Most locations also have bottle shops where you can purchase wine to take home — a fantastic opportunity to try before you buy!  (Pro-tip: Special legislation allows the sale of wine on Sundays, a day when liquor stores are otherwise closed in Minnesota).

Yes, Minnesota’s wine country is rife for exploration: in addition to navigating the many flavors of a wine tasting, many locations welcome — if not encourage — sightseeing in the vineyard grounds themselves, so take a hike and enjoy the vistas of Minnesota’s unique wine country!

Family friendly? Absolutely! Many wineries have events and activities for families and youngsters — not to mention, are live operating farms with plenty to see and do. Consider packing a picnic (not all serve food, and many in are in rural areas), and make a day of it!

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Where to start?

Minnesota Uncorked™ has a comprehensive map of area wineries, and we’ve included a chart below that may help you to understand cold-climate wine varieties (compared to more commonly recognized favorites).

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Minnesota’s Budding Grape Crops

Minnesota is yet a fledgling when it comes to its history as a wine region. Barely over a generation old, the first grapevines were planted in Minnesota soil in the 1970’s (compared to other American wine regions established in the mid-1800’s.) In that short time almost 70 wineries have opened regionally!

The University of Minnesota has one of the top programs developing “cold-climate” grapes, meaning grapevines that survive Minnesota’s extreme cold winters. To put it simply: the U of M has developed and continues to develop new varieties of grapes which thrive despite cold winters and produce excellent wine (an important fact, since not all grapes will make good wine!).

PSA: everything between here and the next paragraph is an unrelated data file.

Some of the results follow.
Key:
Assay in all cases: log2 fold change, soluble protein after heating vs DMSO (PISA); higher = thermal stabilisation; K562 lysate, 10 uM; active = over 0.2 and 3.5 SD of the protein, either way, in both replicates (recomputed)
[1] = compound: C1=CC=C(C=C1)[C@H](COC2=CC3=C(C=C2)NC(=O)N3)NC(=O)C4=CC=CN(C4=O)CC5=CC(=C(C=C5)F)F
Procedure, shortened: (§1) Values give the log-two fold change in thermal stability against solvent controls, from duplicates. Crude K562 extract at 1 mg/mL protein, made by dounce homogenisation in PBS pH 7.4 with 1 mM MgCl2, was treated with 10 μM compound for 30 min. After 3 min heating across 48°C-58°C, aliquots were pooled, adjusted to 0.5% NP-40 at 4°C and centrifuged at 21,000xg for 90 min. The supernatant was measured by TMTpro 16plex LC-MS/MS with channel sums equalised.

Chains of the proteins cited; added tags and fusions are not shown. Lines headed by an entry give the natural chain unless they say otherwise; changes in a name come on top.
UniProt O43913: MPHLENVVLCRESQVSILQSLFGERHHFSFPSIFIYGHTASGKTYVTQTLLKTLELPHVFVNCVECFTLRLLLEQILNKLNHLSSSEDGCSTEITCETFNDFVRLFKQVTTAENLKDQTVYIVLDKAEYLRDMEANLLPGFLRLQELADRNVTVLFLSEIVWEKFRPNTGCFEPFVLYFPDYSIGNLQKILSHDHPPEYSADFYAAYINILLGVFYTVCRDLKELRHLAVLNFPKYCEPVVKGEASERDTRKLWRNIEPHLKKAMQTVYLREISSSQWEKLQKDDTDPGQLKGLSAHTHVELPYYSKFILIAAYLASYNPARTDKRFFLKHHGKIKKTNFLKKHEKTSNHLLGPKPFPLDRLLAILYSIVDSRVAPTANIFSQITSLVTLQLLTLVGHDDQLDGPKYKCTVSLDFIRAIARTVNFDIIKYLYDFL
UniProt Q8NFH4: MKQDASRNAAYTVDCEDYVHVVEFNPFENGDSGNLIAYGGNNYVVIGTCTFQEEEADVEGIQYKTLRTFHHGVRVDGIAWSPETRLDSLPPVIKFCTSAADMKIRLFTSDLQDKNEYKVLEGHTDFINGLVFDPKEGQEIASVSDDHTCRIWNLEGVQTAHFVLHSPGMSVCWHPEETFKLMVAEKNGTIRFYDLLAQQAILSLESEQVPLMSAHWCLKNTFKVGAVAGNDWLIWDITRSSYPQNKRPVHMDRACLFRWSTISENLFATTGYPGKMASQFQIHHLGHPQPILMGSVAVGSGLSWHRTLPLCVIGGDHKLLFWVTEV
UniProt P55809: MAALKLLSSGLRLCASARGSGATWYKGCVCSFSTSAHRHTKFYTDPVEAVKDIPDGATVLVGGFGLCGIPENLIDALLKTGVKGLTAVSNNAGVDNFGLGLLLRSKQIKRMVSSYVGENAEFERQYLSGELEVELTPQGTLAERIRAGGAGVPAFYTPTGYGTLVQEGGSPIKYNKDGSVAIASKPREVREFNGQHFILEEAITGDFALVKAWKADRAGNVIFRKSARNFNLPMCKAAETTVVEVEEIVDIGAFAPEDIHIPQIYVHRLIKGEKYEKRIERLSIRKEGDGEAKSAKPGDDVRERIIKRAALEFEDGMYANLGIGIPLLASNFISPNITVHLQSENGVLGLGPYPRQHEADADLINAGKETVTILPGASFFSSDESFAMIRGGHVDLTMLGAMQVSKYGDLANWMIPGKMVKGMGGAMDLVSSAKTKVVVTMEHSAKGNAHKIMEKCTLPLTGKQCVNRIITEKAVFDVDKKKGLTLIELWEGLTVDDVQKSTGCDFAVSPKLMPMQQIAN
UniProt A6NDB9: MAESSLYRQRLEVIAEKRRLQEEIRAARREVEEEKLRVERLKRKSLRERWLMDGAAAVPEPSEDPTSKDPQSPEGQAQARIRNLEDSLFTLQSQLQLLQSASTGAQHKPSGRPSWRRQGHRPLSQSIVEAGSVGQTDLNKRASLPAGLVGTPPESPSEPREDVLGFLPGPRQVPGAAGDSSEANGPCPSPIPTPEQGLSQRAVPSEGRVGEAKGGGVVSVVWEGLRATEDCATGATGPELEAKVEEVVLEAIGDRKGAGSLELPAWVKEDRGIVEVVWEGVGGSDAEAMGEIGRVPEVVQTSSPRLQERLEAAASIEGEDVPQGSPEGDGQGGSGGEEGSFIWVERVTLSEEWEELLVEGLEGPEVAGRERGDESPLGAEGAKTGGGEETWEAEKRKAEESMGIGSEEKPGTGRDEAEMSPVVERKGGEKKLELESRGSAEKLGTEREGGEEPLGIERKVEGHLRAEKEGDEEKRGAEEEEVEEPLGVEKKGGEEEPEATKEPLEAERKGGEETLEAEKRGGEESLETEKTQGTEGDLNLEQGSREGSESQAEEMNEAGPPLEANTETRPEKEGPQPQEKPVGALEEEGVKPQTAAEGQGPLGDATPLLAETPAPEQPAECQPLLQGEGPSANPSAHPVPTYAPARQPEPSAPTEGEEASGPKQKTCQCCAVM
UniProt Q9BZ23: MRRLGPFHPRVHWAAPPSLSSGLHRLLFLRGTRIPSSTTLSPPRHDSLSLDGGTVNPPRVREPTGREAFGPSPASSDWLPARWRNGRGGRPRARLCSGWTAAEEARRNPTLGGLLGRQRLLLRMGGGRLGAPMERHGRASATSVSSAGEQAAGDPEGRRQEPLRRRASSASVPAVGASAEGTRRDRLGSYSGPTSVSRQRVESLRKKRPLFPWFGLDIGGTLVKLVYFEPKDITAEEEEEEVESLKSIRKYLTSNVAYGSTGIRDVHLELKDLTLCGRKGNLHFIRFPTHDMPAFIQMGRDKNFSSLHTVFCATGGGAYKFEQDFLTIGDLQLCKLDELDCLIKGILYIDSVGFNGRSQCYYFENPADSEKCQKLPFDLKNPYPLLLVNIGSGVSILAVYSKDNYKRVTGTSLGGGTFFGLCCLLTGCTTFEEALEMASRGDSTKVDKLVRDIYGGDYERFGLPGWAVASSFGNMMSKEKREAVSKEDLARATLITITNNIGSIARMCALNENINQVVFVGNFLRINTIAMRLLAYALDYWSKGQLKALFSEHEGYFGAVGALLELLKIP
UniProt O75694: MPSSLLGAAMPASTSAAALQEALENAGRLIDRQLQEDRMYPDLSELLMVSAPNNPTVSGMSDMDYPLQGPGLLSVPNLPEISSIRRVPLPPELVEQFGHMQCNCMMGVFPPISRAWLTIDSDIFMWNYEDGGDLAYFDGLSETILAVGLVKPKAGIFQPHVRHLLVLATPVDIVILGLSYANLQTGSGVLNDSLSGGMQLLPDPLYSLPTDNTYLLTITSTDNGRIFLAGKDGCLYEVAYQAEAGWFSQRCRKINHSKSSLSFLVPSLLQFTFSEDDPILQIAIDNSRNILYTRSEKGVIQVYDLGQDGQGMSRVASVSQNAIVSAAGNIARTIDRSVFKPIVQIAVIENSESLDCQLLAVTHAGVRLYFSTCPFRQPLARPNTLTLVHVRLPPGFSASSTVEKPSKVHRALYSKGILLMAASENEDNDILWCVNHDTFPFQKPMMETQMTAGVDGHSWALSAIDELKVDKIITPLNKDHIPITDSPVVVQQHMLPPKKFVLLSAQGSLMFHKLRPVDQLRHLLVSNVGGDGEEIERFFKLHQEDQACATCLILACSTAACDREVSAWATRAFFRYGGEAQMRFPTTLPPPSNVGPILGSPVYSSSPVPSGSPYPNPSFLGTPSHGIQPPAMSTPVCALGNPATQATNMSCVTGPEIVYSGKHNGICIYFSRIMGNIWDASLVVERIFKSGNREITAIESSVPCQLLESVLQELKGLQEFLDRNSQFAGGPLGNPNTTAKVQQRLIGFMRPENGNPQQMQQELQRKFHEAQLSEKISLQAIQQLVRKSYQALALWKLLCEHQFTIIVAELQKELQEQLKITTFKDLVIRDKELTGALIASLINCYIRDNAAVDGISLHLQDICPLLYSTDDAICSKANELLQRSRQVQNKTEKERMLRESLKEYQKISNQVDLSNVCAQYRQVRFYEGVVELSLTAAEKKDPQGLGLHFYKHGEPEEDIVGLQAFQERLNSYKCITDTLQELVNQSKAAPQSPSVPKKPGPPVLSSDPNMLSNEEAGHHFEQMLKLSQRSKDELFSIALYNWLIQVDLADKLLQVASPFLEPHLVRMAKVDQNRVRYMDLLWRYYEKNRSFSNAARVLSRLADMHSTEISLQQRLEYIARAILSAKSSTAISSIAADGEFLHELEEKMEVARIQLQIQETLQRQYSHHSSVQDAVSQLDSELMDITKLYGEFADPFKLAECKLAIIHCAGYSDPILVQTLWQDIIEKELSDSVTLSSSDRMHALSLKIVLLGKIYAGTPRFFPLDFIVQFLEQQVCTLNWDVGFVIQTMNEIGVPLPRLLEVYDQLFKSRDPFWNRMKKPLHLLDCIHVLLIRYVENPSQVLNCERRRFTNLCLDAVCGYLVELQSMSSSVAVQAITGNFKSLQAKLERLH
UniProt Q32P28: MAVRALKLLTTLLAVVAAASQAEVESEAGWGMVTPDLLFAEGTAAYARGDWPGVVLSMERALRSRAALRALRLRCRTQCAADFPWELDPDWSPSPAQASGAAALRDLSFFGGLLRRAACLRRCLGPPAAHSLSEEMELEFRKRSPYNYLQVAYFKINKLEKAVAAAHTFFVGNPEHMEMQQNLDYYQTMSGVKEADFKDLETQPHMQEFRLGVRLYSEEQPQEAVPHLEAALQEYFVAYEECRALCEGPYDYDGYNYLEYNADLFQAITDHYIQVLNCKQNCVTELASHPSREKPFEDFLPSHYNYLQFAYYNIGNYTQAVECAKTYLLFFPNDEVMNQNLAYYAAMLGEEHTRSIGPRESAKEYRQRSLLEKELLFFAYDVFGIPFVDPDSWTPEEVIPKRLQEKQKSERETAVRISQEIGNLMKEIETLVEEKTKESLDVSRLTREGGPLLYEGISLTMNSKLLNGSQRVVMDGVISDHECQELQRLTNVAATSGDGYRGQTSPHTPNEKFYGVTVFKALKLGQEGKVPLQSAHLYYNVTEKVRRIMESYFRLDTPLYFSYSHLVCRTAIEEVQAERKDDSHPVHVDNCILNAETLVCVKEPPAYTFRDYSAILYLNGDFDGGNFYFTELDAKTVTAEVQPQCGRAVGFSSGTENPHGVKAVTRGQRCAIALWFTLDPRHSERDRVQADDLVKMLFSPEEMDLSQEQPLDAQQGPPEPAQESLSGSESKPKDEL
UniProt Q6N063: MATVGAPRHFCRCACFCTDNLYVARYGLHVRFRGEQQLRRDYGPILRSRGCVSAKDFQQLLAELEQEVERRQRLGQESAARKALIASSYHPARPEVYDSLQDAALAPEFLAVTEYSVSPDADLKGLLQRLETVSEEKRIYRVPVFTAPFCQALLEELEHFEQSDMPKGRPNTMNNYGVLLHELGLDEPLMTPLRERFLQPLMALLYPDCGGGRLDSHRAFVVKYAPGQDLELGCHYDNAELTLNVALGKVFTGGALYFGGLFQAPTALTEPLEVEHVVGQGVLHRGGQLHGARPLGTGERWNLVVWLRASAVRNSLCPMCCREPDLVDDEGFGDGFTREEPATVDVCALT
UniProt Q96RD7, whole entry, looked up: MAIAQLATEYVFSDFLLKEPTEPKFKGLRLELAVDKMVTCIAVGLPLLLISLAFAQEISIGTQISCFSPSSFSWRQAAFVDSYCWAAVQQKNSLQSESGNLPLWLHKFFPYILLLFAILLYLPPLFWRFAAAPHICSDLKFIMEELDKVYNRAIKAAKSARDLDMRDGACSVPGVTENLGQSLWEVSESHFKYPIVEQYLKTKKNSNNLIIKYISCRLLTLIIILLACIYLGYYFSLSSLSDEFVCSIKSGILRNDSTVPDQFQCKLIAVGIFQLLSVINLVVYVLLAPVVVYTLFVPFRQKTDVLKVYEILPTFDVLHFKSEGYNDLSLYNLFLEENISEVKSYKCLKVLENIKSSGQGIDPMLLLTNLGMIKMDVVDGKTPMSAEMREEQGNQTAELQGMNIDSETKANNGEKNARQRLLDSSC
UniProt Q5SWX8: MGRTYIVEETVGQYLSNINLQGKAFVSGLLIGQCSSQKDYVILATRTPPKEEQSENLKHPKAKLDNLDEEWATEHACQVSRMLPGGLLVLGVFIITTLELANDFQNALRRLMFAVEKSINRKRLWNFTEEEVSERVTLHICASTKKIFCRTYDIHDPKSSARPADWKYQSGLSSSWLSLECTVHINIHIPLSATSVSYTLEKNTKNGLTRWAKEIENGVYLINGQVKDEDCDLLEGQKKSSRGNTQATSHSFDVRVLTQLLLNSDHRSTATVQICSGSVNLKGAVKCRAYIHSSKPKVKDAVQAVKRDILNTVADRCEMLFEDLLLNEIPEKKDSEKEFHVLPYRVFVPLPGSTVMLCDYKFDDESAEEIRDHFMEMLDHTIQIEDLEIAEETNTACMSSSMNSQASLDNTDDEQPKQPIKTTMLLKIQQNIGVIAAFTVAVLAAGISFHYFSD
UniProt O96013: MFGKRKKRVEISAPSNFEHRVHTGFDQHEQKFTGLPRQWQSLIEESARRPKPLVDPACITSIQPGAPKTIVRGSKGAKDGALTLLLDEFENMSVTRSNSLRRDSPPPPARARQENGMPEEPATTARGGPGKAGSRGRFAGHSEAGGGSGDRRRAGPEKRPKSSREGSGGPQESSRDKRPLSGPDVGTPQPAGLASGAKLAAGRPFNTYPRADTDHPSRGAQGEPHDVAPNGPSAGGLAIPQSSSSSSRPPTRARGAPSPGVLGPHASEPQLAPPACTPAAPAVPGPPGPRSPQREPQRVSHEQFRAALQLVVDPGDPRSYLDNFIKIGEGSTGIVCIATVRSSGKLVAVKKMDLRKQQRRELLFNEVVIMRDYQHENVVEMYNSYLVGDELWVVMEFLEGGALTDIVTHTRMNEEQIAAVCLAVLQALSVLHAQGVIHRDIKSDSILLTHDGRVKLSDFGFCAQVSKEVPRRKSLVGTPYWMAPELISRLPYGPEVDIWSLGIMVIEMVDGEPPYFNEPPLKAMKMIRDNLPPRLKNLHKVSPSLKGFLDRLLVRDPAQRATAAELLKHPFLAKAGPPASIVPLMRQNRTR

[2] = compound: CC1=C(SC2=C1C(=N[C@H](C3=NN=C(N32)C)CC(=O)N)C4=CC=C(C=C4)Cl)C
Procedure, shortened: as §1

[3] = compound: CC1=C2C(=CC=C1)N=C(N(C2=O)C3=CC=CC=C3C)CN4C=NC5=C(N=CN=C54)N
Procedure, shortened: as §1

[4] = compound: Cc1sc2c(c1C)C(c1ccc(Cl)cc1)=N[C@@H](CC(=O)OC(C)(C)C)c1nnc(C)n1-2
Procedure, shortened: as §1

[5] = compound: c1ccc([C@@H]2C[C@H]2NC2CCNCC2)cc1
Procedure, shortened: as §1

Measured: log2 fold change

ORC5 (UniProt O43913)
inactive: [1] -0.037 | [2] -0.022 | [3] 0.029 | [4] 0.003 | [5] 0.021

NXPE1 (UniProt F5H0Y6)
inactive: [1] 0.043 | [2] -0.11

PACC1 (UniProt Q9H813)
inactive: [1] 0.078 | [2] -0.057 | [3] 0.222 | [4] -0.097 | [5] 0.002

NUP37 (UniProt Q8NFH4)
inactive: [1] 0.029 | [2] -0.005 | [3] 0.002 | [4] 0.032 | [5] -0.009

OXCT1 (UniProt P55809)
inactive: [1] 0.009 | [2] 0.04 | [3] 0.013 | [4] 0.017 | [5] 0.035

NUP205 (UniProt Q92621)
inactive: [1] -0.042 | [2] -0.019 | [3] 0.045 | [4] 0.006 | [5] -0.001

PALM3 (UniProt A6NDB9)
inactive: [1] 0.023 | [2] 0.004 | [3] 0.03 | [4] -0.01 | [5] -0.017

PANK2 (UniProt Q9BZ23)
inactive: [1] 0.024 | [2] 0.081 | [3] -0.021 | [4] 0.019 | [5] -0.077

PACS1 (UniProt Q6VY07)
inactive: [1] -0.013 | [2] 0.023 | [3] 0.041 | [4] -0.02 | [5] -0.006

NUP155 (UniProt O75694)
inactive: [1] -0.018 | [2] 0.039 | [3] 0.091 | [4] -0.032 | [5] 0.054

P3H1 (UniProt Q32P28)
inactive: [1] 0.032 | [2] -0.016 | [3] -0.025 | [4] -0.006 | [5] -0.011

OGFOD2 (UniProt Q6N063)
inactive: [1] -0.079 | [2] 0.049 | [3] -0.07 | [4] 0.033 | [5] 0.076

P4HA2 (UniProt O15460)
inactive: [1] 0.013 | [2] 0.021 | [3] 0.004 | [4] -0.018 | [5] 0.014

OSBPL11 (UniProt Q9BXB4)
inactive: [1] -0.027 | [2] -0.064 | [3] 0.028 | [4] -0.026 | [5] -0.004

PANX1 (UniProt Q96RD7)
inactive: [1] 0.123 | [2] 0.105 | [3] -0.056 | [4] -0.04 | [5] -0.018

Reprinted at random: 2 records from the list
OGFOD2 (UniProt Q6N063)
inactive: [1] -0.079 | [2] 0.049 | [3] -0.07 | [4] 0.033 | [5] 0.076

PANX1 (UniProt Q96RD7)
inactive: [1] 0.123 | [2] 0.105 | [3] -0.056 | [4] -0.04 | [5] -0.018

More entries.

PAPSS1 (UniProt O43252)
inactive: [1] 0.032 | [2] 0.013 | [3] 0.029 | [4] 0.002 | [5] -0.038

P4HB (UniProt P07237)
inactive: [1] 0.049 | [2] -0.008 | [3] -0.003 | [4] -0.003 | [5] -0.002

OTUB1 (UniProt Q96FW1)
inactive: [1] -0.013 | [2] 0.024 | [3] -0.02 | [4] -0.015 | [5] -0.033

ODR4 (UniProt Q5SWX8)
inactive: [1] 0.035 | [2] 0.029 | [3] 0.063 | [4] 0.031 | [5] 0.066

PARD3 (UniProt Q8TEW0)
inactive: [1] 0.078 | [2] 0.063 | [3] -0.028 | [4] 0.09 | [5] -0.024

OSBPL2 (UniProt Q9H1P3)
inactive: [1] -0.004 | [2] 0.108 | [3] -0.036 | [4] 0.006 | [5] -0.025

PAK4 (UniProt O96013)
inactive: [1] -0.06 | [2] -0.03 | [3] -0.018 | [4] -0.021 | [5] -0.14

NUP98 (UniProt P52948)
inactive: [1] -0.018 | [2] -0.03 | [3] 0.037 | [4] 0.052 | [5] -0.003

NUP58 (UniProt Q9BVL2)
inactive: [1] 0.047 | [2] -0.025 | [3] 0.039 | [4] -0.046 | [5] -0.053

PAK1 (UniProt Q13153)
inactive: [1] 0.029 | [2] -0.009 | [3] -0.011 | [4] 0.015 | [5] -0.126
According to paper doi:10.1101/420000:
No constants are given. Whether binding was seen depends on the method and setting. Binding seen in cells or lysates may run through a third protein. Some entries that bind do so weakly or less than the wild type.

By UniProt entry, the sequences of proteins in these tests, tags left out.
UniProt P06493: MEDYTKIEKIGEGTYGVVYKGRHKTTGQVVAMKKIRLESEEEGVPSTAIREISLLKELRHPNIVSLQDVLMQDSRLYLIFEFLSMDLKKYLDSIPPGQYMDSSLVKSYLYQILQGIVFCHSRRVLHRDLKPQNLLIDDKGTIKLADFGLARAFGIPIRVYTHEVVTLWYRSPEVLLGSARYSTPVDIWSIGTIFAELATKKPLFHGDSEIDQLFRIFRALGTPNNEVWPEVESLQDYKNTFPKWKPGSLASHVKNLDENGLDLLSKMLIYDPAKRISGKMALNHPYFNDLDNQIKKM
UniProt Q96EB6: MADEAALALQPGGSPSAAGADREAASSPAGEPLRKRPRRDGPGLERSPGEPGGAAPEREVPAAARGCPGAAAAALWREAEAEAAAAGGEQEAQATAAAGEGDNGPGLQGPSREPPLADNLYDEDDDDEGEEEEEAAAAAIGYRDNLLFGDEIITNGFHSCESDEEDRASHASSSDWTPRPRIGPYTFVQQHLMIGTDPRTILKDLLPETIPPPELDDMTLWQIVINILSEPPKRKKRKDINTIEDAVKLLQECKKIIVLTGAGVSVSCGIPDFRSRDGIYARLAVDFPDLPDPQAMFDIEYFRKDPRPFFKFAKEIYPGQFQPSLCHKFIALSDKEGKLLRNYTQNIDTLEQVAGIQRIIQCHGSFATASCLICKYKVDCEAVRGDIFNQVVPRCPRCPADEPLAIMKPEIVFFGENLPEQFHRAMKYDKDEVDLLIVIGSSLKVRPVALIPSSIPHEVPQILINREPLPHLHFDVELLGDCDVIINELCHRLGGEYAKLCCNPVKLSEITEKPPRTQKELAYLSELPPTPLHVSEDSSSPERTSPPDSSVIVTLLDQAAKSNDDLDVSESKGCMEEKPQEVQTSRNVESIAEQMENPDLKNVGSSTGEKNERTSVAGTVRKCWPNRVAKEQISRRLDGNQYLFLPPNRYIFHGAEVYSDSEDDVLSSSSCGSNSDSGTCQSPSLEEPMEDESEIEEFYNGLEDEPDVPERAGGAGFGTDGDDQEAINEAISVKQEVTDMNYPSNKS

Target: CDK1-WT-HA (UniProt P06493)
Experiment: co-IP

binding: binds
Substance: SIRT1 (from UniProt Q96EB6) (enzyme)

There are a total of more than 20 grape varieties native to the state of Minnesota, 9 of which have been developed by the U of M.

Lauren Voigt

Minnesota Uncorked™‘s mission is to encourage exploration of Minnesota through wine-related experiences. Founder Lauren Voigt launched the project after working on initiatives for clients in Minnesota’s wine industry, and developing a strong belief that there is little else that people eat or drink that is perceived to be “wrong” in quite the same way as wine.  So, why wine?  She believes, if you like it, its the right wine! 

 

The Restaurants We Crave When We Return Home To Minneapolis-St. Paul

Jeni of JeniEats is sharing some of her favorites restaurants in the Minneapolis- St. Paul, Minnesota area. Thanks Jeni for sharing your passion with all of us!

Love it or hate it, your hometown will always be your hometown.

Jake and I love ours. We grew-up in Minneapolis-St. Paul and have since moved around the Midwest several times, in fact, for his job. The Twin Cities will always be our home base. On the surface, Jake and I don’t have a lot in common. He’s a die-hard Vikings fan and I consider Top Chef to be my Superbowl; He prefers talk radio and I like music. What we’ve always had in common is our passion for food.

Now that we live in St. Louis, we don’t visit the Twin Cities as often as we used to. Many restaurants have come and gone since we moved six years ago. When we’re craving a taste of home, we tend to return to our old favorites. Here’s where you might find us on our next trip back: